From Munich to Regensburg, there were very few open seats. A group of about 10 college-aged Germans made the area between the first and second story into a party area. They had a speaker playing music, chatted loudly, and laughed even louder. They seemed to be having a great time, but they were clearly annoying the other passengers.

Most of the passengers exited at Regensburg, and new passengers filled in. But the car was only 75% full at best, and slowly thinned out as we traveled towards Hof.

The Ex Regional train waiting for departure in Hof

At Hof, I easily transfered from the Alex train to an Ex regional train. This train departed from track 1b, which really just meant it was way to one end of track 1. This train was a short train composed of two cars. The rear car said it was only going to a city mid-way to Leipzig, so I sat in the front car which said it was going to Leipzig. In the end, both cars went to Leipzig.

The Ex regional train also had no power ports, and the seats were rather uncomfortable. As seems to be the trend today, this train was pretty full for much of its journey. Looking out the window, the areas serviced by this train seemed to be in decline, as many buildings were shuttered and/or splattered with graffiti.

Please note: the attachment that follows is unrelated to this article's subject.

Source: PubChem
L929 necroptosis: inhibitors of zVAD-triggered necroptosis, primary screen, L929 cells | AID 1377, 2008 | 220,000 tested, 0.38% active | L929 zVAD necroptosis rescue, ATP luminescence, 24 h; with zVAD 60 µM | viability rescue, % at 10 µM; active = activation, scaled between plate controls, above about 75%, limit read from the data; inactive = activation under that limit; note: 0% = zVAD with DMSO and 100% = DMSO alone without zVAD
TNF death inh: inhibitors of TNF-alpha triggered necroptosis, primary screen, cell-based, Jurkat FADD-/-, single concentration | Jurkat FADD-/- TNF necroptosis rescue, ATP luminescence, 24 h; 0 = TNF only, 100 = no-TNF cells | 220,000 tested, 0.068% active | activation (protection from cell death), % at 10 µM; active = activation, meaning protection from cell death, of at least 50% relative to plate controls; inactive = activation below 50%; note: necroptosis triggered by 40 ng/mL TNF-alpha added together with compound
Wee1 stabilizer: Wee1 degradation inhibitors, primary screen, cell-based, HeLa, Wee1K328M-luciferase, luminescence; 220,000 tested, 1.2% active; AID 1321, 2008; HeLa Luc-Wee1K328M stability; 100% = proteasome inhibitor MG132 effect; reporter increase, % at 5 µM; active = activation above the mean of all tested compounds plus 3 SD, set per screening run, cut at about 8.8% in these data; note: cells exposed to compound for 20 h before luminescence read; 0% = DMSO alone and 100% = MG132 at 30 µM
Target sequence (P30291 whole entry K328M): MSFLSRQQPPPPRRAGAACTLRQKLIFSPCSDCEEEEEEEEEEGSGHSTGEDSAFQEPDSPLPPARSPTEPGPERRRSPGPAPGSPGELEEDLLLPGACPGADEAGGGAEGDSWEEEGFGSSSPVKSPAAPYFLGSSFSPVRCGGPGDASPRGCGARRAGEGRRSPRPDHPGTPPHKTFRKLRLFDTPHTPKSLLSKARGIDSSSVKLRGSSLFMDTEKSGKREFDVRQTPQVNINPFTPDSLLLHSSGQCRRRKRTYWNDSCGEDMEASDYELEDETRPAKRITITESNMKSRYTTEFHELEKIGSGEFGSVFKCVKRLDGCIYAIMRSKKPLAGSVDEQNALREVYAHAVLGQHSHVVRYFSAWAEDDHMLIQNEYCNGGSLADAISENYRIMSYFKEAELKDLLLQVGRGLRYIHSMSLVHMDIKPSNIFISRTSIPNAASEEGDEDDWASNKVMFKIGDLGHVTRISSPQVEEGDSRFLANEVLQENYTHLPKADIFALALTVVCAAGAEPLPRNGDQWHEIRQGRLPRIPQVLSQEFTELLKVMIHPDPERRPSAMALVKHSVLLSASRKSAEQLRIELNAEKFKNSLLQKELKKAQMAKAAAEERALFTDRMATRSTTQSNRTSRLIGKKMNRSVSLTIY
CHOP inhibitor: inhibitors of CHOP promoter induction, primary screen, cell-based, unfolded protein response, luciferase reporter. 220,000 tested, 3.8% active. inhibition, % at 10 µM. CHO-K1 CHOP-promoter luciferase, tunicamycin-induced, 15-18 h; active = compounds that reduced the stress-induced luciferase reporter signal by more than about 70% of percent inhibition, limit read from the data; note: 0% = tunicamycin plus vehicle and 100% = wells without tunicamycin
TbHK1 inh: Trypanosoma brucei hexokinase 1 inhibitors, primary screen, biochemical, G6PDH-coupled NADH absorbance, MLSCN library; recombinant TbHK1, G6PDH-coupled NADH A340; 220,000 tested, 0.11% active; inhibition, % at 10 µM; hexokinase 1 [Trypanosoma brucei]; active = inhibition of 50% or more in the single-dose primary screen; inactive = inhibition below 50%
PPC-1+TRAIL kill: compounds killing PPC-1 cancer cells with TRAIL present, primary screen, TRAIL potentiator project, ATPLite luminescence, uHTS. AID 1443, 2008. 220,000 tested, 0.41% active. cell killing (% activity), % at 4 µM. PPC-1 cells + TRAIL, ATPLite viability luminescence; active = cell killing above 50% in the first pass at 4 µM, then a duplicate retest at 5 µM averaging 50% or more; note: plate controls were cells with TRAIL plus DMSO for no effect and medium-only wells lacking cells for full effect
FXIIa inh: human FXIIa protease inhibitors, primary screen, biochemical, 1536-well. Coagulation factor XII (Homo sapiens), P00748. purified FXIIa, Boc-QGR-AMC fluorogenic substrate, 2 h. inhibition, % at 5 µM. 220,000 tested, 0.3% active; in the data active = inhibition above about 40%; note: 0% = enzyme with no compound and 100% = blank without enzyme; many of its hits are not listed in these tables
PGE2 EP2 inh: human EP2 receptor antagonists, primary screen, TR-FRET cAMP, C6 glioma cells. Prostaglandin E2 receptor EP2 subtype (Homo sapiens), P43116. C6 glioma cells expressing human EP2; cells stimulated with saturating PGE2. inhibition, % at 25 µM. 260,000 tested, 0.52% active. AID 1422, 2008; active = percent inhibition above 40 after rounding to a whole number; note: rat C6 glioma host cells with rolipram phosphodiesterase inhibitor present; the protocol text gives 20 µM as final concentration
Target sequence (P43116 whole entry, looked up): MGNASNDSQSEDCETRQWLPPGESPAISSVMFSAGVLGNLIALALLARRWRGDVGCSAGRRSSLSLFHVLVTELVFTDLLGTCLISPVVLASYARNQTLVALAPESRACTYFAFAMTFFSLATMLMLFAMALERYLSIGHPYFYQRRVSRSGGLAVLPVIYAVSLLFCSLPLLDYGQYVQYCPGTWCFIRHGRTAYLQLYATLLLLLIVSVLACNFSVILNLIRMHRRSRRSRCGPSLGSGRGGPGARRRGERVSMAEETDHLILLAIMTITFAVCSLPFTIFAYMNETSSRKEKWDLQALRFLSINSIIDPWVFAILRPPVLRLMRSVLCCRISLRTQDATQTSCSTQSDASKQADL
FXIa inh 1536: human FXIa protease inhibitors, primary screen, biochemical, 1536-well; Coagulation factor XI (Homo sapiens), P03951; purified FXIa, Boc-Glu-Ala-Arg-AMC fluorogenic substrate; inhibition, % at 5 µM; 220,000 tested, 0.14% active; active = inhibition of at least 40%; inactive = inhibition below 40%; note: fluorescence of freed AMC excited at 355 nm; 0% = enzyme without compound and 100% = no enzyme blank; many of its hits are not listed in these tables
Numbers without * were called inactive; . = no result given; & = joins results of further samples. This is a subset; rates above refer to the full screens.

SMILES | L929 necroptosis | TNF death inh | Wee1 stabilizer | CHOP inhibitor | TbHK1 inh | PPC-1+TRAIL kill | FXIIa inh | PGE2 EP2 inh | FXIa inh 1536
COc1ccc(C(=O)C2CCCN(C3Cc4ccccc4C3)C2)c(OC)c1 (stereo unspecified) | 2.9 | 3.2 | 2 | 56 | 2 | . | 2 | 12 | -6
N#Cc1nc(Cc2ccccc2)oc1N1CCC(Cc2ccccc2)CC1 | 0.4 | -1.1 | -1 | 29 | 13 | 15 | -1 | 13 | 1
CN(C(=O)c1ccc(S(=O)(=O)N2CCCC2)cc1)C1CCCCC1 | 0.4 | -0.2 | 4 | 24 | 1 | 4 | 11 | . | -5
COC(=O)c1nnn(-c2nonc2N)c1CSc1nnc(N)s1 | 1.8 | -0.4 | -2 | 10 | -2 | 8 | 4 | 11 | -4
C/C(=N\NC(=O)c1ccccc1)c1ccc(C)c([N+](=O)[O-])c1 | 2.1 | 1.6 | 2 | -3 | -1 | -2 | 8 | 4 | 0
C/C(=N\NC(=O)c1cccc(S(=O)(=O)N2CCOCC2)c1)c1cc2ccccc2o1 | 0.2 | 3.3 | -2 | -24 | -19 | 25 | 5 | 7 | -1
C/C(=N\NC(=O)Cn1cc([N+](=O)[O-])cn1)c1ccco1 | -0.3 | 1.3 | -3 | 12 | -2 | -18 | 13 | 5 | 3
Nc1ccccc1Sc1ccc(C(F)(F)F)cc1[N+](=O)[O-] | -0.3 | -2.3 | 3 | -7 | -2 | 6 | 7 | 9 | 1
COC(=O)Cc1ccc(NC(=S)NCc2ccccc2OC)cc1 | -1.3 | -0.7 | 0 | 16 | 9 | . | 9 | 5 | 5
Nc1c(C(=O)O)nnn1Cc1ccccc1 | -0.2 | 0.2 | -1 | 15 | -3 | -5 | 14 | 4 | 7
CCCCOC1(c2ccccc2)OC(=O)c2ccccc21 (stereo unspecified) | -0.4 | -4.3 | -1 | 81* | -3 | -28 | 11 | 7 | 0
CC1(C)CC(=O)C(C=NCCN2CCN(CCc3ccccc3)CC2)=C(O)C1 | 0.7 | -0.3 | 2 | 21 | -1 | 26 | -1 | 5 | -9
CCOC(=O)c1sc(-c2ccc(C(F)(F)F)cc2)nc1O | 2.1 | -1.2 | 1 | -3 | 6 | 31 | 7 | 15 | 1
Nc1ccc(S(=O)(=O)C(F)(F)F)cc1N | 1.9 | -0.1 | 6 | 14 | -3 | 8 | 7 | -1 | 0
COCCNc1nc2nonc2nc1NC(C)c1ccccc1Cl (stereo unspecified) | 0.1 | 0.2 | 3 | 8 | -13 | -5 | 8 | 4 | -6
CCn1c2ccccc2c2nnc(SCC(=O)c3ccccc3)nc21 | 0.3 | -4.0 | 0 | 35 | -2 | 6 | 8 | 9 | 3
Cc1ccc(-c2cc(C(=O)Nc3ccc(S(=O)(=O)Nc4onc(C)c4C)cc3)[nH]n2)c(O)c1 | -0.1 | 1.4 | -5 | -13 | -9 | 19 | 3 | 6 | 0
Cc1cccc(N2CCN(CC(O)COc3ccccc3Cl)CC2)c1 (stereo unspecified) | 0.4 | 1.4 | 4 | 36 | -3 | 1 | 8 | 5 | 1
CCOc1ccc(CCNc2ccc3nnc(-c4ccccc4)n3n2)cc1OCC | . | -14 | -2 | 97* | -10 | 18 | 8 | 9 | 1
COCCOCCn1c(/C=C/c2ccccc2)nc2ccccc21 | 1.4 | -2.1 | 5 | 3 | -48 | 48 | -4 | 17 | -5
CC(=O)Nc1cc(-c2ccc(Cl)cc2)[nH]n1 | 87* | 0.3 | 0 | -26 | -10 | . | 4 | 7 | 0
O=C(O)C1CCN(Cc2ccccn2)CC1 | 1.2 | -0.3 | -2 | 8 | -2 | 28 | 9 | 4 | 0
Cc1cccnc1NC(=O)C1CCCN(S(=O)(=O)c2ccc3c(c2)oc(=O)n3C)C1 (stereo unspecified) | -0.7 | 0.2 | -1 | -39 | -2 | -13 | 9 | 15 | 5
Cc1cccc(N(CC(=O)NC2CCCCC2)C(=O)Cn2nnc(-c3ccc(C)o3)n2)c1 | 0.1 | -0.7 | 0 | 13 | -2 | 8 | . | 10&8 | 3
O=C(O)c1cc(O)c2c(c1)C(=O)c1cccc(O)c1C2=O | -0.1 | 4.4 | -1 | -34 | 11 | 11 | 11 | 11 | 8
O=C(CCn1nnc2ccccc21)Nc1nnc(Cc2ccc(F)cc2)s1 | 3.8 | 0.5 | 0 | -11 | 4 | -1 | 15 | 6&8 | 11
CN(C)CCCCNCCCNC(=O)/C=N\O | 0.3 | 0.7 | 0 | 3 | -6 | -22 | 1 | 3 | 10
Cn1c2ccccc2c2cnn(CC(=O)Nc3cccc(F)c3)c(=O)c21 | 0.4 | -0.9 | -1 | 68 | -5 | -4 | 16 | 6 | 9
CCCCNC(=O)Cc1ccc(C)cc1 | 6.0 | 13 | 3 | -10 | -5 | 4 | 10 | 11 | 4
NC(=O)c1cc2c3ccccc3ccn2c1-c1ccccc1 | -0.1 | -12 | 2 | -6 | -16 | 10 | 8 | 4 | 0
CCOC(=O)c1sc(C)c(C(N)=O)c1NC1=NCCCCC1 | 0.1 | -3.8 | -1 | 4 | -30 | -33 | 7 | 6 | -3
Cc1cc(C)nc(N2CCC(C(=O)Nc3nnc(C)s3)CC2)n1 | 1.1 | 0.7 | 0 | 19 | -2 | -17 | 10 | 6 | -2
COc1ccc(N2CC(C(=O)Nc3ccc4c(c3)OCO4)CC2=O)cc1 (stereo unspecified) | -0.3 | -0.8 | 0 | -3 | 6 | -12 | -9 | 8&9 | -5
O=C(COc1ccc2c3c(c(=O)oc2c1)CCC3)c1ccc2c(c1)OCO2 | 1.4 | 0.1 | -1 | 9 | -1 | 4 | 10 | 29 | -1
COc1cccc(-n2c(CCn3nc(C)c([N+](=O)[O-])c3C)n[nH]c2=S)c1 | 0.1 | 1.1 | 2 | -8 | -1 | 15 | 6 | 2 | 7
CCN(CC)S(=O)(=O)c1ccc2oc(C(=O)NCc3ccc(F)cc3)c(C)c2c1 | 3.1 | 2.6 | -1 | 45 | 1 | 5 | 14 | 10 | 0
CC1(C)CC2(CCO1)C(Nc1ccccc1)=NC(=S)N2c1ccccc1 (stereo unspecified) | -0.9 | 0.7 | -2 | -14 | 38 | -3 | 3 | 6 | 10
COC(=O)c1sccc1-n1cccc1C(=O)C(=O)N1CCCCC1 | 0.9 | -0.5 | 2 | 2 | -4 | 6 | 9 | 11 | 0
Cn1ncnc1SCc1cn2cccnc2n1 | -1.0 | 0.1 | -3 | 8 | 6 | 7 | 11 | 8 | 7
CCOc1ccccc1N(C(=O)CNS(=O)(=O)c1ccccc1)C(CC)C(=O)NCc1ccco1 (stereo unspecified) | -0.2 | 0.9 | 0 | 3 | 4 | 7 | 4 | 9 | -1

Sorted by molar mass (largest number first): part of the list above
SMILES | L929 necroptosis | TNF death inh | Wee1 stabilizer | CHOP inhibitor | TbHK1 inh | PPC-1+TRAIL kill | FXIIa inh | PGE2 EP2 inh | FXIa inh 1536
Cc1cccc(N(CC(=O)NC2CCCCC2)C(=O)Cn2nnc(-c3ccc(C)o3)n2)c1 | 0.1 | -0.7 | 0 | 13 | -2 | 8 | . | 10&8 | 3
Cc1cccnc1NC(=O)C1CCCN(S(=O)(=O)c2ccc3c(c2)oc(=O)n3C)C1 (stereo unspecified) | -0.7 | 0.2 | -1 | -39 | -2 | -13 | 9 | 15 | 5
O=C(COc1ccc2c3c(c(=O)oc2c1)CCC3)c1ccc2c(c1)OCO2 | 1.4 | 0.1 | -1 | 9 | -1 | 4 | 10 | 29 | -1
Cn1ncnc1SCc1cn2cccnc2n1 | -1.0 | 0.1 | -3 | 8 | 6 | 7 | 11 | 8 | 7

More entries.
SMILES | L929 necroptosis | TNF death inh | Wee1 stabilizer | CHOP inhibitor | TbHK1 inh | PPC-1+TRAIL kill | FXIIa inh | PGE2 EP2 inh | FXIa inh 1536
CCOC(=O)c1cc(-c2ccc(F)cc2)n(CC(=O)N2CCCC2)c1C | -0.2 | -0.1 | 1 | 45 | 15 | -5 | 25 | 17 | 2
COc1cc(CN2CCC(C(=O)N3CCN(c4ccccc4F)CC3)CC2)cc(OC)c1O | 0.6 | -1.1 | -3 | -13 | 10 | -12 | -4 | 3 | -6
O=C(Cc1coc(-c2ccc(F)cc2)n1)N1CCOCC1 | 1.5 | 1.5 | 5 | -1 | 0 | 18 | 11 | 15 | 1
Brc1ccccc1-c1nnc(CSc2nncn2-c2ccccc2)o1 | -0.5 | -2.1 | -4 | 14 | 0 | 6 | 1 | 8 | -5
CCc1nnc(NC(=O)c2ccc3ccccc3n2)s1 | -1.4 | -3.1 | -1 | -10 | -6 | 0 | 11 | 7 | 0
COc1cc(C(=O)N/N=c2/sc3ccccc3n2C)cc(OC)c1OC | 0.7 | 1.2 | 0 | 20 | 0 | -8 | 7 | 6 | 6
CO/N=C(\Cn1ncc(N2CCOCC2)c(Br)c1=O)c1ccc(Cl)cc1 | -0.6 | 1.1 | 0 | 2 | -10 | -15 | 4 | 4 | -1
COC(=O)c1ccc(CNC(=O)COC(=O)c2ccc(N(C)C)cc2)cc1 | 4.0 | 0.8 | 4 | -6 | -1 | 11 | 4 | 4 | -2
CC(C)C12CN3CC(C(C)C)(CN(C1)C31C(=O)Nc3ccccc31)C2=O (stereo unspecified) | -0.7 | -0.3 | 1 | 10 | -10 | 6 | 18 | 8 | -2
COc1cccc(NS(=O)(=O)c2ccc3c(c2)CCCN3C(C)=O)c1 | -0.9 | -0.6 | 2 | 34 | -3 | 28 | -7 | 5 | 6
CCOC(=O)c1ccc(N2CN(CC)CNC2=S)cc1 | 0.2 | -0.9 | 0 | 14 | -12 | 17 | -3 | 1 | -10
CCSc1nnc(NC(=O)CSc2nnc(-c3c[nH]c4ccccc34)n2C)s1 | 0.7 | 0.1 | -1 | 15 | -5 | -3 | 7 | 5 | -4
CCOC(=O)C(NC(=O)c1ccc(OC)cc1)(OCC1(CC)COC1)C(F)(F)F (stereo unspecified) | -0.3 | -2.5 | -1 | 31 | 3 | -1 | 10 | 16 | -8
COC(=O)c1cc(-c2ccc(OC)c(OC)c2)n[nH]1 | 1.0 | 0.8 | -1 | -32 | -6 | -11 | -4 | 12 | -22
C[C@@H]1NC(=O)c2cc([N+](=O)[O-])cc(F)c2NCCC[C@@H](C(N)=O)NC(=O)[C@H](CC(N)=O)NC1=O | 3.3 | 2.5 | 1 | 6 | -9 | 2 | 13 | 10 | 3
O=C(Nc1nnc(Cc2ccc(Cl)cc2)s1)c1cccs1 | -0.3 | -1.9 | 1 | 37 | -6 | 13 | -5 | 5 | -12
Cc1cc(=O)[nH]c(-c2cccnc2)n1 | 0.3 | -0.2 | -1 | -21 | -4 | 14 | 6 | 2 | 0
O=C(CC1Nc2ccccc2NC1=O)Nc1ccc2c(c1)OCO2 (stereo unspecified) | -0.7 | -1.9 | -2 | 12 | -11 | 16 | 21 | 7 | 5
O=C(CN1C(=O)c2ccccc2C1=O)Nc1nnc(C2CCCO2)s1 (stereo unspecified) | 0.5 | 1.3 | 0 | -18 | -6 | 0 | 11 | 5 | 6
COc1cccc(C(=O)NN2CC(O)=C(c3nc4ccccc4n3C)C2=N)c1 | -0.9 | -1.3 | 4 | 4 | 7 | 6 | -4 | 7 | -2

After 2.5 hours on the Ex regional train, we reached Leipzig Hbf on time. It was strange going back through Leipzig Hbf, since last time I transited through there I was on my way to RoboCup 2016. So much has happened since then!

Intercity train from Leipzig to Berlin

There was little time to be nostalgic though, as I had just 9 minutes to connect to an intercity train to Berlin Hbf. I made the connection with no issues, but found the furthest 2nd class car about half full when I arrived. At least this train had more comfortable seats and power – and I was only on it for 75 minutes! The train generally became less full as it approached Berlin, but some people did board at intermediate stops.

My bunk at Generator Prenzlauer Berg

Once at Berlin Hbf I checked Google Maps to see what S-bahn or train options existed to Generator Prenzlauer Berg. I ended up taking two different lines for a total trip of 25 minutes. The hostel was a couple minutes walk from the Landsberger Allee S-bahn exit.

All in all, it was a beautiful day all across Germany today, with pretty blue skies to accent the passing scenery. Amazingly, every train was on time and I easily made all three of my connections (Munich Hbf, Hof Hbf, and Leipzig Hbf). I probably got ticket checked 8 times today. I had a mobile ticket through the DB app. 3 times they scanned the QR code, two times they swiped my ‘ID’ credit card, once they looked at my ‘ID’ credit card, and about 5 times they wanted to see my Bahn 25 card. You would think the Bahn 25 card would be tied to my account – or at least be tied after it was scanned the first time today – and you would also think that less identification would be needed on subsequent QR scans. It seems to be a very subjective system for verifying tickets.